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What do you do with a dead Chinaman?

June 10, 2015 1 Comment

Wednesday, 10 June 2015

We very nearly had to find an answer to that question a couple of days ago following an incident on our drive up to the city of Anschun.

We were travelling comfortably up a toll road when we noticed the traffic in the lane we were in veering rapidly into the left hand lane. As we got closer we could see a bundle on the road that looked as though it might have dropped off a truck or something.

As we got closer to the chaos it became very obvious the bundle was human. Judging by the metal scythe still attached to his belt he looked like a rice farmer. No one was attending to him, there was just a mad scramble of cars trying to force their way at speed through the gap between the farmer and the car that had obviously hit him which was parked in the speed lane.

About 100 metres further up the road there was a dead baby water buffalo that we worked out later must have belonged to the farmer and strayed on to the road. We assumed the farmer went to rescue it.

As we passed I saw the car’s front windscreen had the very distinctive impression that a human head makes when it connects with it at speed. I’ve seen it before. There was no doubt in my mind the farmer should be dead.

There was some initial hesitation about whether we should get involved but the answer was obvious pretty quickly as Barry stopped and we pulled up about 500 metres past the scene. If the poor bloody water buffalo wasn’t dead initially it certainly was when Alan had to reverse over it due to oncoming traffic to get back to the scene.

While nothing was said by anyone the fact I’m medically trained meant it was obvious who had to make the necessary decisions to deal with the poor fellow until real help arrived.

I had no equipment to do anything with. I was basically as useless as the group which had gathered around him. I really expected him to be dead, so I didn’t think much would need to be done other than drag him off the road to defuse the potentially serious situation of uncaring drivers trying to get past him as quickly as possible.

As I got closer it was obvious he wasn’t dead. His head was twitching and when I felt for his pulse it was surprisingly strong. He was deeply unconscious though.

Ok, what the f#%k do I do now?

Moving him risked causing further spinal cord damage or puncturing a lung from a broken rib. I couldn’t even pretend to show that I knew what I was doing by putting him in the recovery position. The bugger had pretty much landed perfectly in the correct position.

I stood up to consider my options when blessedly in the distance I saw an ambulance’s flashing light coming up the road about a kilometre away. Never been so pleased to see a flashing blue light in my entire life.

The ambos arrived quickly, got out and had puzzled looks on their faces about why there were five foreigners standing around this guy (and by then no-one else!) They basically picked him up top and tail and threw him on a stretcher with complete disregard for any injuries he may have suffered and took off, leaving us relieved but speechless.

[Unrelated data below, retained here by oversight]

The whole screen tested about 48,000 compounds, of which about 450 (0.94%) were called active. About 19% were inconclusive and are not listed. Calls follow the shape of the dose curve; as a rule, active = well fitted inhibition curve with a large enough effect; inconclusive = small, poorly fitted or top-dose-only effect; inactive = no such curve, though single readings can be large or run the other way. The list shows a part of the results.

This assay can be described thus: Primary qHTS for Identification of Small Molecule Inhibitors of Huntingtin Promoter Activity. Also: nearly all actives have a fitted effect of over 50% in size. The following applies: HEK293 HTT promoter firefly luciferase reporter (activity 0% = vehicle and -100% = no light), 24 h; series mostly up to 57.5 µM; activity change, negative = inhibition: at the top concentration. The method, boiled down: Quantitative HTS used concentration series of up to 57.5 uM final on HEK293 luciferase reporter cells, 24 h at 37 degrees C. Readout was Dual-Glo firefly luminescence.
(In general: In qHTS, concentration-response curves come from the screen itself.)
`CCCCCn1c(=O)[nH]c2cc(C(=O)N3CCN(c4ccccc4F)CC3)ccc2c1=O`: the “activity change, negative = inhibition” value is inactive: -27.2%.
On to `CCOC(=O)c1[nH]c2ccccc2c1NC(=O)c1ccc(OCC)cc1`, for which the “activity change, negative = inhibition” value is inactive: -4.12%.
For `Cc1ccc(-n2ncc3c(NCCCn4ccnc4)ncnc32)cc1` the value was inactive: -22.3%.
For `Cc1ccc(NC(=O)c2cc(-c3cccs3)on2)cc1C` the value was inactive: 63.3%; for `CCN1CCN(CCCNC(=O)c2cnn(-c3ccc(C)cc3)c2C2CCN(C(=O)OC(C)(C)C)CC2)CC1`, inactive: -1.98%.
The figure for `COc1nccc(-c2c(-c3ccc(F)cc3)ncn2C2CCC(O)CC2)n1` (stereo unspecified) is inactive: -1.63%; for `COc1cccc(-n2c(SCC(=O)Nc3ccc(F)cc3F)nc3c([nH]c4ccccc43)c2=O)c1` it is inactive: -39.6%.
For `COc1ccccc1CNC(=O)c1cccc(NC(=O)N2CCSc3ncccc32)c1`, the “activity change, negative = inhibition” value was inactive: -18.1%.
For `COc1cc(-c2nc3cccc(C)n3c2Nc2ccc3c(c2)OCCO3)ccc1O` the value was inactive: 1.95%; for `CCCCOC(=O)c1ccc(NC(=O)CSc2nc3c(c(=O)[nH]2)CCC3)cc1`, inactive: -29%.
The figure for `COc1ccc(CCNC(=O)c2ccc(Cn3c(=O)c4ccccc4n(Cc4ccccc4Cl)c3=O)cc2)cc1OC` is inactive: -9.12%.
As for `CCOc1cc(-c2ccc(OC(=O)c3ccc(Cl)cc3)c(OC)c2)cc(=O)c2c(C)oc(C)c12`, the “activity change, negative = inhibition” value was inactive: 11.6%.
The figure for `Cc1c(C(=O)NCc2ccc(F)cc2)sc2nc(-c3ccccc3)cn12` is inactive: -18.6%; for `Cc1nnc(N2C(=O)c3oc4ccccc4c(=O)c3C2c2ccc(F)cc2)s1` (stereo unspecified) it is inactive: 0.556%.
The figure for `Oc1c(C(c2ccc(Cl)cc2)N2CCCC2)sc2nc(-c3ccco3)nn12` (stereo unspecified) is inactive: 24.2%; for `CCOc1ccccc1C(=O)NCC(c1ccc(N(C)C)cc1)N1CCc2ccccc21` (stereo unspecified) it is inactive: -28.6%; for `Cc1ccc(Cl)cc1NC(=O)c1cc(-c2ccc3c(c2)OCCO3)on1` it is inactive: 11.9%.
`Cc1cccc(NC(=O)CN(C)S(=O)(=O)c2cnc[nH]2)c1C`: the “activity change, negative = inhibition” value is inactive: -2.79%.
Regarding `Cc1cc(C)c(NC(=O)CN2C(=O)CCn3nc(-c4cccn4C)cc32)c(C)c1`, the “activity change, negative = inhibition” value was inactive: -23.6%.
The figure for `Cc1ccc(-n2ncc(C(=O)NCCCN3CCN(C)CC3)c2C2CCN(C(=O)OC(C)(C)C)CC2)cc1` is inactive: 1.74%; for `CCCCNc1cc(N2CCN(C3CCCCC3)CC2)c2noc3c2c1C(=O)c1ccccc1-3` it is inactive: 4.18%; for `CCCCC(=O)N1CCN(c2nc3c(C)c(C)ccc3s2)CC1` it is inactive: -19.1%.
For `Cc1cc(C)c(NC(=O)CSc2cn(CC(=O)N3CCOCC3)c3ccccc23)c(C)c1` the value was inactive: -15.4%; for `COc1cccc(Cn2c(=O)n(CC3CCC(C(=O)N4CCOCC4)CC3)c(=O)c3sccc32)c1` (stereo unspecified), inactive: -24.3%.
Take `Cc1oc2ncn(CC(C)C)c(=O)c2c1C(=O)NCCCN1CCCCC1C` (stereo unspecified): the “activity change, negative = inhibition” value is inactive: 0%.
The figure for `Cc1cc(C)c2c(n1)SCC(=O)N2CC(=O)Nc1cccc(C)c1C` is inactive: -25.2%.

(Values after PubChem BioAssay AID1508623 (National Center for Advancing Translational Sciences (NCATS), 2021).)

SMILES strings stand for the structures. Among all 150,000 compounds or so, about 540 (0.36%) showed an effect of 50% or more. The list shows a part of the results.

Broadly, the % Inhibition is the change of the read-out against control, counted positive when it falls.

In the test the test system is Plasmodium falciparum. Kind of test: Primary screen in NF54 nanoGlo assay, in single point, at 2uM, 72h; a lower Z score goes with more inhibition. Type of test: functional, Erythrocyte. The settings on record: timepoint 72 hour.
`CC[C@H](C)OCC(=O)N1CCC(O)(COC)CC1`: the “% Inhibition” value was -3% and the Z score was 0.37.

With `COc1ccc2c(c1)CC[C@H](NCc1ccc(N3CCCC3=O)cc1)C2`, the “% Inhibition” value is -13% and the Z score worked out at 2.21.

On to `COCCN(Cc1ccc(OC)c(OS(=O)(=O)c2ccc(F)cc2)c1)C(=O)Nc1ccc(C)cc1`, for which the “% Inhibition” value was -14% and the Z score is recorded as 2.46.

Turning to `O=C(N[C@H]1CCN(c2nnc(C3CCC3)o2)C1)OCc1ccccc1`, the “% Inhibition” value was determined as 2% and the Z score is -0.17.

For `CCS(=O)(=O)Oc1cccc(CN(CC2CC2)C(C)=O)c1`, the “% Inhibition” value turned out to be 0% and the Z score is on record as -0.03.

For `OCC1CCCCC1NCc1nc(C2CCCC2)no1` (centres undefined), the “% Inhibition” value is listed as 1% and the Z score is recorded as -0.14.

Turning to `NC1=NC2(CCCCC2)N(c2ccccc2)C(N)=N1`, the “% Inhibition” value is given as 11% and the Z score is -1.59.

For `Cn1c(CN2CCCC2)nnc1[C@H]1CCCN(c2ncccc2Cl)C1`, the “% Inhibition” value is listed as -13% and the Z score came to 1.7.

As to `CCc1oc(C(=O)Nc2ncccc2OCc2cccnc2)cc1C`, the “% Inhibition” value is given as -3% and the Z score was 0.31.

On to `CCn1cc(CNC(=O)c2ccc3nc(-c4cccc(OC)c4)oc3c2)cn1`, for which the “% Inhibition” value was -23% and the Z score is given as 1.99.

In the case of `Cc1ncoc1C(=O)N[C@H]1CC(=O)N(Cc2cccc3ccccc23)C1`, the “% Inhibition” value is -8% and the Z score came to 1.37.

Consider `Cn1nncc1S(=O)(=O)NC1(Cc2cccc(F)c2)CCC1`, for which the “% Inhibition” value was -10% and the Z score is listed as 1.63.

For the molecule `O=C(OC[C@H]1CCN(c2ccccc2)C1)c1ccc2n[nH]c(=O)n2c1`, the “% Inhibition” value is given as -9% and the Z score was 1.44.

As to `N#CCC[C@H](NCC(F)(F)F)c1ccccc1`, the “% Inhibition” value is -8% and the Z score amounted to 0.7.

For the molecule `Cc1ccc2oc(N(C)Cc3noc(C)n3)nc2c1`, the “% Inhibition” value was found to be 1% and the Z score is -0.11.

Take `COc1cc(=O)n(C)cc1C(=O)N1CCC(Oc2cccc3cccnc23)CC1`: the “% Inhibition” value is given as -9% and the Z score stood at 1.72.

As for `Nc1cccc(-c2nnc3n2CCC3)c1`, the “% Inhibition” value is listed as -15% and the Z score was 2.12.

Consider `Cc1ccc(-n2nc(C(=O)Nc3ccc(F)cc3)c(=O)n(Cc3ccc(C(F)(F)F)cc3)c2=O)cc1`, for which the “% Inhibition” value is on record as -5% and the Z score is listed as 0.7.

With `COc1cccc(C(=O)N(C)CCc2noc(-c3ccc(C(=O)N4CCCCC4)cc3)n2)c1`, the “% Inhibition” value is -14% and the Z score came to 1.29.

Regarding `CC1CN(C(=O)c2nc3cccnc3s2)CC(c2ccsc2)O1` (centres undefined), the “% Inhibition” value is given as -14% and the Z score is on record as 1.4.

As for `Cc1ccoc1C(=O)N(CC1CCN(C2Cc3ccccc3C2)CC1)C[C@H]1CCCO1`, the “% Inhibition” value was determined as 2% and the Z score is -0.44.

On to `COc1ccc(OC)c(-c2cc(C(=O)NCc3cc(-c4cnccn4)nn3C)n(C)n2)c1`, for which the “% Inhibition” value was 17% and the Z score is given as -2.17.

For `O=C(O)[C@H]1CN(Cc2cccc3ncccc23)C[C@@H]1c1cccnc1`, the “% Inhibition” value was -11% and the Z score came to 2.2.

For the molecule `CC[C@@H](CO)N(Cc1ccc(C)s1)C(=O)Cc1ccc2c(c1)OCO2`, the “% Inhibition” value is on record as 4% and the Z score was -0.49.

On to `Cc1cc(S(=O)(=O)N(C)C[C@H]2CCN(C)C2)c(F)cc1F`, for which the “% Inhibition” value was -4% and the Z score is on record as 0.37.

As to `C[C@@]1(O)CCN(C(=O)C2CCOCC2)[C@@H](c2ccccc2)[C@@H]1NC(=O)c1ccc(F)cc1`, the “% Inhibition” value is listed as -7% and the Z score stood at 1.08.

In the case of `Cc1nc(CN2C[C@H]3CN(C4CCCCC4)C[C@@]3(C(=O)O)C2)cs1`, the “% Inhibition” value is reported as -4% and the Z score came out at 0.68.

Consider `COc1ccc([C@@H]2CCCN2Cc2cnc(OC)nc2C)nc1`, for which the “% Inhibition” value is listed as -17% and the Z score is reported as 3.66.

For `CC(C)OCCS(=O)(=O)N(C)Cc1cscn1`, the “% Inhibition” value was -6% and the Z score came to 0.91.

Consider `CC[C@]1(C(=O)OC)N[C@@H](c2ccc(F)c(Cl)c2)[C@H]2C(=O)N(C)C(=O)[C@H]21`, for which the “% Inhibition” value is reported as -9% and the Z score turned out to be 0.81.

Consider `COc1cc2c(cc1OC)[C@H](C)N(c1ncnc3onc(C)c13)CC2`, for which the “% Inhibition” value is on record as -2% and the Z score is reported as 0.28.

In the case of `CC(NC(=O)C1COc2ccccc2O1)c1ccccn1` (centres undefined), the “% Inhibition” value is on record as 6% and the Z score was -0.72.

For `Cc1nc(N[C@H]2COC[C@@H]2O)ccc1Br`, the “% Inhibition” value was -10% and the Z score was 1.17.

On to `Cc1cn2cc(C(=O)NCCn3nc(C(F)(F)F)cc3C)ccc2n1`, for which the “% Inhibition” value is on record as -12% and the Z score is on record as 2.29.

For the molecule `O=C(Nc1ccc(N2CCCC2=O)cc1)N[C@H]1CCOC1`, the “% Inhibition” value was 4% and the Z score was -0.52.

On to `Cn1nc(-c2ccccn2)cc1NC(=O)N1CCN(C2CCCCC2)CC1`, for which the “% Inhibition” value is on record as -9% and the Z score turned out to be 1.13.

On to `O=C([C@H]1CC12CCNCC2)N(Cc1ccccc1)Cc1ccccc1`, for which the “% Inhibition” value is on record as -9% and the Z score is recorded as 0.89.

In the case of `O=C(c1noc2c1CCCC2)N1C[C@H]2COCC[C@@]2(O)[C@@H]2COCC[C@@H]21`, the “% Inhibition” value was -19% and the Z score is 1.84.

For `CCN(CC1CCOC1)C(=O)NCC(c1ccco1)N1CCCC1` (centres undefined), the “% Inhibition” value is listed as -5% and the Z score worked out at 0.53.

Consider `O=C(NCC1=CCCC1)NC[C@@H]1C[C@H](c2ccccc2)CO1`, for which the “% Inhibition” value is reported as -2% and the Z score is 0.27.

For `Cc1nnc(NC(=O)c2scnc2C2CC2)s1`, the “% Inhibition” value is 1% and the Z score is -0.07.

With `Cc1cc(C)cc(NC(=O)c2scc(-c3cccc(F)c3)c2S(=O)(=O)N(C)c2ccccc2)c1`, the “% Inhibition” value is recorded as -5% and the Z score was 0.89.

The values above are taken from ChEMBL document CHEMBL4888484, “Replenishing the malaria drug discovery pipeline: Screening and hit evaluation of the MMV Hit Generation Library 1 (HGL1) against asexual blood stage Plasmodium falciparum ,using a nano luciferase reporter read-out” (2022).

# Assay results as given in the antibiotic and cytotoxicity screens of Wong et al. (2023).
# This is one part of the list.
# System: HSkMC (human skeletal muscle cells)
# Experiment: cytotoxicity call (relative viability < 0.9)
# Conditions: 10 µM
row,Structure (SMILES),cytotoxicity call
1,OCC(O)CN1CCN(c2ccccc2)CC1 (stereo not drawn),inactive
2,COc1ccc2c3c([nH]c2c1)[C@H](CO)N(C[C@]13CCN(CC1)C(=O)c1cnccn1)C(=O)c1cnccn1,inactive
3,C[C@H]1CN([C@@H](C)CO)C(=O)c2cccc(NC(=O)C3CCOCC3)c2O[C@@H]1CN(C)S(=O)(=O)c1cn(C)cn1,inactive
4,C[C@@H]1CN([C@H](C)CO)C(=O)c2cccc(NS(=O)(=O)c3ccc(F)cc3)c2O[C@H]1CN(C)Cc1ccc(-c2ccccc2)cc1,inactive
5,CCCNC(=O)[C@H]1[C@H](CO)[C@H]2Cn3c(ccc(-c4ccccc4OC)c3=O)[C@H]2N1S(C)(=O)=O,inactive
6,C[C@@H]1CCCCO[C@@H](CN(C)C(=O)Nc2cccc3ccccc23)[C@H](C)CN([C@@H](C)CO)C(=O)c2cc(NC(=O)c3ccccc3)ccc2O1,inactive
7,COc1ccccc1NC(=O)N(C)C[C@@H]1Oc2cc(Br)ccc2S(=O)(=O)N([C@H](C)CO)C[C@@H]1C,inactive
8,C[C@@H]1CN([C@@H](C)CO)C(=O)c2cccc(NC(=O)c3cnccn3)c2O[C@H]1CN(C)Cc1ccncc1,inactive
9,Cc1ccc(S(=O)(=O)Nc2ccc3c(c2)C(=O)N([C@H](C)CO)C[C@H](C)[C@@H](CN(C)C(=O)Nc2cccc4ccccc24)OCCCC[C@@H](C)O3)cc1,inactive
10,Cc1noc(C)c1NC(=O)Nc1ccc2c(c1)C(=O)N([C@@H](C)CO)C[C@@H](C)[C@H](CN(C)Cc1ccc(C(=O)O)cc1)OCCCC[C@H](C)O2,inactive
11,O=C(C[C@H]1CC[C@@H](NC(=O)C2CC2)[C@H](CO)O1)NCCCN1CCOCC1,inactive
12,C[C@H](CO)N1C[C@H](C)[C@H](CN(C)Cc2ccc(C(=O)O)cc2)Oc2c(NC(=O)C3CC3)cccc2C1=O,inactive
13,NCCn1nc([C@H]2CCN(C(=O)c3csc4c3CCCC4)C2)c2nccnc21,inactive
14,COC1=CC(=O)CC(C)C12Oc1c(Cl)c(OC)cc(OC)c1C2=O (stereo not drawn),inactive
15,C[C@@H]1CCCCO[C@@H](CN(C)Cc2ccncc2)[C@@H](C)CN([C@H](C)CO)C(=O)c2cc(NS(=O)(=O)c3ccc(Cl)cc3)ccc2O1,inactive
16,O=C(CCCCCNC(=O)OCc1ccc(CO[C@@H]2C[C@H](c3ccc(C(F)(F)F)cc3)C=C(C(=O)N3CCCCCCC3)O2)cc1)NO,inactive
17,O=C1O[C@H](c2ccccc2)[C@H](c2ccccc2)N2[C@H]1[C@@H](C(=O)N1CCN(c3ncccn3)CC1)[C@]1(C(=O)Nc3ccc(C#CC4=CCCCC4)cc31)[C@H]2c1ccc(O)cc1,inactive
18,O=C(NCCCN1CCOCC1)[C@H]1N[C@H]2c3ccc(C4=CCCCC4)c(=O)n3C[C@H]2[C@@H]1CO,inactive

It seems life holds little value in this place.

The Deprivations of China

How many times have you rhetorically asked yourself in the last 20 years or so “How did we ever survive without Google or Facebook or Gmail?” Come to China and find out! All three sites are blocked by the Chinese government and it’s impossible to use them. There are alternatives, but they require a working understanding of written Mandarin.

My main sources of communication with friends back in Australia was going to be email (gmail) and Facebook, which no one believed I was capable of using such was my open disdain for it.

So no-one has heard from me since we left Thailand. (Laos has no wifi where we went).

I’m certain there are dark mutterings under the breaths of friends and family confirming in their minds about what a selfish incompetent technophobe I am, no doubt reinforcing a lot of hidden beliefs (LOL).

I really tried guys…

Perhaps those who are following this blog could inform the rest about the truth of the situation. If they really want to know what I am up to it will all be here one way or the other…

For All the Beans in China

Being deprived of communication is one thing I can live with, but being deprived of coffee is quite simply beyond the pale.

No bastard here drinks the stuff so no bastard here sells the stuff!

Someone said they saw a Starbucks here, but I think they were hallucinating from caffeine withdrawal.

It is simply impossible to get a coffee from a shop, restaurant or hotel.

When this country does get a taste for the stuff, as they have with wine, some lucky bugger is going to quite literally become a trillionaire.

The best substitute I have found is 250ml cans of  iced coffee, sold only in service stations.
Our car fridge is loaded with the stuff.

I’ll cover some of the good stuff about this place next blog entry. The problem may be finding the time. These last two blogs have taken over two hours to write. It’s been rare to get that sort of time on this trip. There is a great deal to tell you about this wonderful fascinating country.

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Comments (1)

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  1. Julie Hendry says:

    I totally get it why you never answer my texts, takes you 2 hours to write a few hundred of words!!!!
    Sounds like you are having some amazing adventures. Cant wait to hear all about it & see all the photos.
    Everything is good over here. Most important news Broncos No 1 on the ladder, Cowboys No 2, Dragons No 3.
    Will let you know how much Qld win by on Wednesday night.
    Enjoy, xxxx.

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